5 Tips for DIY Graphic Design

When you launch a business, a freelance career, or any other project that requires any semblance of marketing effort, it will probably take you all of three seconds to realize that somewhere along the line you’re going to need some graphic design. Whether it’s your logo, your website banner, your business cards, or simply social media posts — your biz cannot live on copy alone.

And when you come to this realization, assuming you are not already a graphic designer by profession, you may find yourself dismayed. Because graphic design can be painfully expensive, and for good reason; graphic designers go through a lot of training and build up their portfolio over years of hard work in order to garner that kind of lucrative expertise. If you can afford to have one on your team, do; it’s an incredible investment. But for those of us just starting out, that’s a pretty big ‘if.’

What if you’re at zero budget? Or the tiny budget you do have has been triaged to a few bare bone essentials? In that case, you’re left with only one option: You’ve got to design this stuff yourself. As you move forward, remember that not all imagery is created equal. This will be the face of your company, and new clients will inevitably judge it as such — which means a misstep in design could easily be the death of your new adventure.

Don’t get me wrong; that doesn’t mean you shouldn’t go for it! It just means you need to keep a few key points in mind as you begin.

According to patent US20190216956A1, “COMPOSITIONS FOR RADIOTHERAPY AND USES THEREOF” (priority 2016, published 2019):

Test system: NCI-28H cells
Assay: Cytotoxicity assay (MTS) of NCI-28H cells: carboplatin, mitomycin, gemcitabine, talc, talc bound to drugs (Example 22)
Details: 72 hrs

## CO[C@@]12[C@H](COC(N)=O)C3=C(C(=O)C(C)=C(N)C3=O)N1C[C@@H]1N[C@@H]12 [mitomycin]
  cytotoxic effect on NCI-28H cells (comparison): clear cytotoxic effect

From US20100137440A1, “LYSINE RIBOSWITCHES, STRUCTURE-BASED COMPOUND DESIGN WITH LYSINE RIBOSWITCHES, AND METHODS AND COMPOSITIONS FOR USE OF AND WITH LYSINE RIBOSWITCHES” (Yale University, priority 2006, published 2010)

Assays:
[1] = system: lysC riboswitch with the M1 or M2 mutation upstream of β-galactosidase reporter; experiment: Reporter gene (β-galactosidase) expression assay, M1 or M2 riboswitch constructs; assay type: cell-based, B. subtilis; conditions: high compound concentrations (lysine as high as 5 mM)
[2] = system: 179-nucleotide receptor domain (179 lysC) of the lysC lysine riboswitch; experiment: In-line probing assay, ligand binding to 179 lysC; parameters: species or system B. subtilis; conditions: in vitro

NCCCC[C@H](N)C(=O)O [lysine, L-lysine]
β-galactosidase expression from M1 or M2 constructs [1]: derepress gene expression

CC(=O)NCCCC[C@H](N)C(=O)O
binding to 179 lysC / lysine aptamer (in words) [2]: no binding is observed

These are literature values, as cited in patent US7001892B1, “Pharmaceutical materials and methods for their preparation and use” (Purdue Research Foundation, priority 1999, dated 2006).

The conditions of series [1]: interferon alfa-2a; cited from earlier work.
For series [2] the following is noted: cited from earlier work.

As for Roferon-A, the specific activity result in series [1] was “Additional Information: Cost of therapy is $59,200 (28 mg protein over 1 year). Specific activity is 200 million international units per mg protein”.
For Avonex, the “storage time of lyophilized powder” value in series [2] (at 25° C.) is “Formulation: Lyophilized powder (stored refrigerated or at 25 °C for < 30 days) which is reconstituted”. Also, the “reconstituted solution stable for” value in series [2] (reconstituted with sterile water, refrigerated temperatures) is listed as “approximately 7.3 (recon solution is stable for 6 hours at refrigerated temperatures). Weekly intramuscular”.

1. Keep it simple. There’s nothing that will make an amateur stick out more than too much flair. Have you ever been to a website that was just so jarring and messy you clicked away immediately? Or been handed a business card that seemed weirdly incongruent with the business attached to it? Not everyone is a designer, but these days, everyone has been exposed to enough design that we can easily spot the frauds. We’re blind to our own failures, however, and too often I see folks who think the website they designed is fantastic — when to everyone else’s eye, it’s a mess. They’re trying too hard. Let go of your fancy, lofty design goals, and just keep it simple. Minimalism is hip these days for a reason; the less clutter you have, the more effortless your design looks. And you want it to look effortless. You don’t want anyone to actually notice design; that would mean they’re noticing incongruences. Don’t opt for the overly curly fonts, don’t use a thousand and one different colors, and don’t try to make the five buttons on your website into perfectly spaced octagonal robot ear replicas. Not only will your work most likely come across as campy and unprofessional, you’ll waste yourself a whole lot of time. At the end of the day, remember — you’re not a designer. You’ve got a business to run, and that should take up more of your time than design.